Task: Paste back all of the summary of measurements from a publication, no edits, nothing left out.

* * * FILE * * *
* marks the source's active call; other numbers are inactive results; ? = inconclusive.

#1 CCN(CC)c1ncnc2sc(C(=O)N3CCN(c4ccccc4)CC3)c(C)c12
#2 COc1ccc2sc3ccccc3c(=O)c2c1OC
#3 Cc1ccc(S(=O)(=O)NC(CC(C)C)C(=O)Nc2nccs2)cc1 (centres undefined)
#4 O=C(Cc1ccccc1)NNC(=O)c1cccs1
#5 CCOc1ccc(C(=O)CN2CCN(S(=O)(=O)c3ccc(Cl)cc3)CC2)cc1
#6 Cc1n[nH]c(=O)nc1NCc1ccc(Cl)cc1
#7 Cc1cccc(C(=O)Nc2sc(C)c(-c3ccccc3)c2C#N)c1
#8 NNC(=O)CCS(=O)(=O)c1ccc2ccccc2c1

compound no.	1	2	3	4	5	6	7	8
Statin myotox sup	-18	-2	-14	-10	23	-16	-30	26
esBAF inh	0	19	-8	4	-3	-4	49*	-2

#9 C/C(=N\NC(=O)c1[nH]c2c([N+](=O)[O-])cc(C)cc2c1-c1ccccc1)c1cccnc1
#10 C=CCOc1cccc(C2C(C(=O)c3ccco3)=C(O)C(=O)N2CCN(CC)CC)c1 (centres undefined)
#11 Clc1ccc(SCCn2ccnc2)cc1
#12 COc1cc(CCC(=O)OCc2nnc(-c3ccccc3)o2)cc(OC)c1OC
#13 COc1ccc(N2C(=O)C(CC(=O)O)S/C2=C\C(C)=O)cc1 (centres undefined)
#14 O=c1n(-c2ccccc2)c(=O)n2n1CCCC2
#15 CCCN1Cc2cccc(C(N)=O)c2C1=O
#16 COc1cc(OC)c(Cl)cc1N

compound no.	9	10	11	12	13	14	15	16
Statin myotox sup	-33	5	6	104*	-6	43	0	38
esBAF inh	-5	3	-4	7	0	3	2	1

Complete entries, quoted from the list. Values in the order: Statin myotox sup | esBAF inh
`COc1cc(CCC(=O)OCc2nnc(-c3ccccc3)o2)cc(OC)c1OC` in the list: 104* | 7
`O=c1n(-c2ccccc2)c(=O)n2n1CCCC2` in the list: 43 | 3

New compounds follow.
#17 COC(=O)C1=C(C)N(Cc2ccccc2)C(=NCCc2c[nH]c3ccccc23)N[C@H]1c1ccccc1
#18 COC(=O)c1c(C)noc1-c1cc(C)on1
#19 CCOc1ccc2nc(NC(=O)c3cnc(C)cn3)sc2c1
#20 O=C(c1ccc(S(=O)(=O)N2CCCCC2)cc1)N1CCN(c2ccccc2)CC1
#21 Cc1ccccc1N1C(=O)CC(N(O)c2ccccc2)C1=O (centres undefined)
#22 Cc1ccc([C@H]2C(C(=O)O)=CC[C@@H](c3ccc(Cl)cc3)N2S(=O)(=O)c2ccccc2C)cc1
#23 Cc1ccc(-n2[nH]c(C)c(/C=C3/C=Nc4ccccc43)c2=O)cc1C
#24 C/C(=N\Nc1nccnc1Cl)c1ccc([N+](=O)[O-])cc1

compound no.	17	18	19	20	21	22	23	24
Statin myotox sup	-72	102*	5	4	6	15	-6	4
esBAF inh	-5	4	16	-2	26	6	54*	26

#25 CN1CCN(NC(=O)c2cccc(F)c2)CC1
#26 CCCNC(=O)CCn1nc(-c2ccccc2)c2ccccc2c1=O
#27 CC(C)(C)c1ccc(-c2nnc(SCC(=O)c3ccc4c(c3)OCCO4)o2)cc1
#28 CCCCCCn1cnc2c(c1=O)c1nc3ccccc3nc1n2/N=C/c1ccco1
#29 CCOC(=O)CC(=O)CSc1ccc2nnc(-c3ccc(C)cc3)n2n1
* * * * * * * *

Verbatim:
* marks the source's active call; other numbers are inactive results; ? = inconclusive.

#1 CCN(CC)c1ncnc2sc(C(=O)N3CCN(c4ccccc4)CC3)c(C)c12
#2 COc1ccc2sc3ccccc3c(=O)c2c1OC
#3 Cc1ccc(S(=O)(=O)NC(CC(C)C)C(=O)Nc2nccs2)cc1 (centres undefined)
#4 O=C(Cc1ccccc1)NNC(=O)c1cccs1
#5 CCOc1ccc(C(=O)CN2CCN(S(=O)(=O)c3ccc(Cl)cc3)CC2)cc1
#6 Cc1n[nH]c(=O)nc1NCc1ccc(Cl)cc1
#7 Cc1cccc(C(=O)Nc2sc(C)c(-c3ccccc3)c2C#N)c1
#8 NNC(=O)CCS(=O)(=O)c1ccc2ccccc2c1

compound no.	1	2	3	4	5	6	7	8
Statin myotox sup	-18	-2	-14	-10	23	-16	-30	26
esBAF inh	0	19	-8	4	-3	-4	49*	-2

#9 C/C(=N\NC(=O)c1[nH]c2c([N+](=O)[O-])cc(C)cc2c1-c1ccccc1)c1cccnc1
#10 C=CCOc1cccc(C2C(C(=O)c3ccco3)=C(O)C(=O)N2CCN(CC)CC)c1 (centres undefined)
#11 Clc1ccc(SCCn2ccnc2)cc1
#12 COc1cc(CCC(=O)OCc2nnc(-c3ccccc3)o2)cc(OC)c1OC
#13 COc1ccc(N2C(=O)C(CC(=O)O)S/C2=C\C(C)=O)cc1 (centres undefined)
#14 O=c1n(-c2ccccc2)c(=O)n2n1CCCC2
#15 CCCN1Cc2cccc(C(N)=O)c2C1=O
#16 COc1cc(OC)c(Cl)cc1N

compound no.	9	10	11	12	13	14	15	16
Statin myotox sup	-33	5	6	104*	-6	43	0	38
esBAF inh	-5	3	-4	7	0	3	2	1

Complete entries, quoted from the list. Values in the order: Statin myotox sup | esBAF inh
`COc1cc(CCC(=O)OCc2nnc(-c3ccccc3)o2)cc(OC)c1OC` in the list: 104* | 7
`O=c1n(-c2ccccc2)c(=O)n2n1CCCC2` in the list: 43 | 3

New compounds follow.
#17 COC(=O)C1=C(C)N(Cc2ccccc2)C(=NCCc2c[nH]c3ccccc23)N[C@H]1c1ccccc1
#18 COC(=O)c1c(C)noc1-c1cc(C)on1
#19 CCOc1ccc2nc(NC(=O)c3cnc(C)cn3)sc2c1
#20 O=C(c1ccc(S(=O)(=O)N2CCCCC2)cc1)N1CCN(c2ccccc2)CC1
#21 Cc1ccccc1N1C(=O)CC(N(O)c2ccccc2)C1=O (centres undefined)
#22 Cc1ccc([C@H]2C(C(=O)O)=CC[C@@H](c3ccc(Cl)cc3)N2S(=O)(=O)c2ccccc2C)cc1
#23 Cc1ccc(-n2[nH]c(C)c(/C=C3/C=Nc4ccccc43)c2=O)cc1C
#24 C/C(=N\Nc1nccnc1Cl)c1ccc([N+](=O)[O-])cc1

compound no.	17	18	19	20	21	22	23	24
Statin myotox sup	-72	102*	5	4	6	15	-6	4
esBAF inh	-5	4	16	-2	26	6	54*	26

#25 CN1CCN(NC(=O)c2cccc(F)c2)CC1
#26 CCCNC(=O)CCn1nc(-c2ccccc2)c2ccccc2c1=O
#27 CC(C)(C)c1ccc(-c2nnc(SCC(=O)c3ccc4c(c3)OCCO4)o2)cc1
#28 CCCCCCn1cnc2c(c1=O)c1nc3ccccc3nc1n2/N=C/c1ccco1
#29 CCOC(=O)CC(=O)CSc1ccc2nnc(-c3ccc(C)cc3)n2n1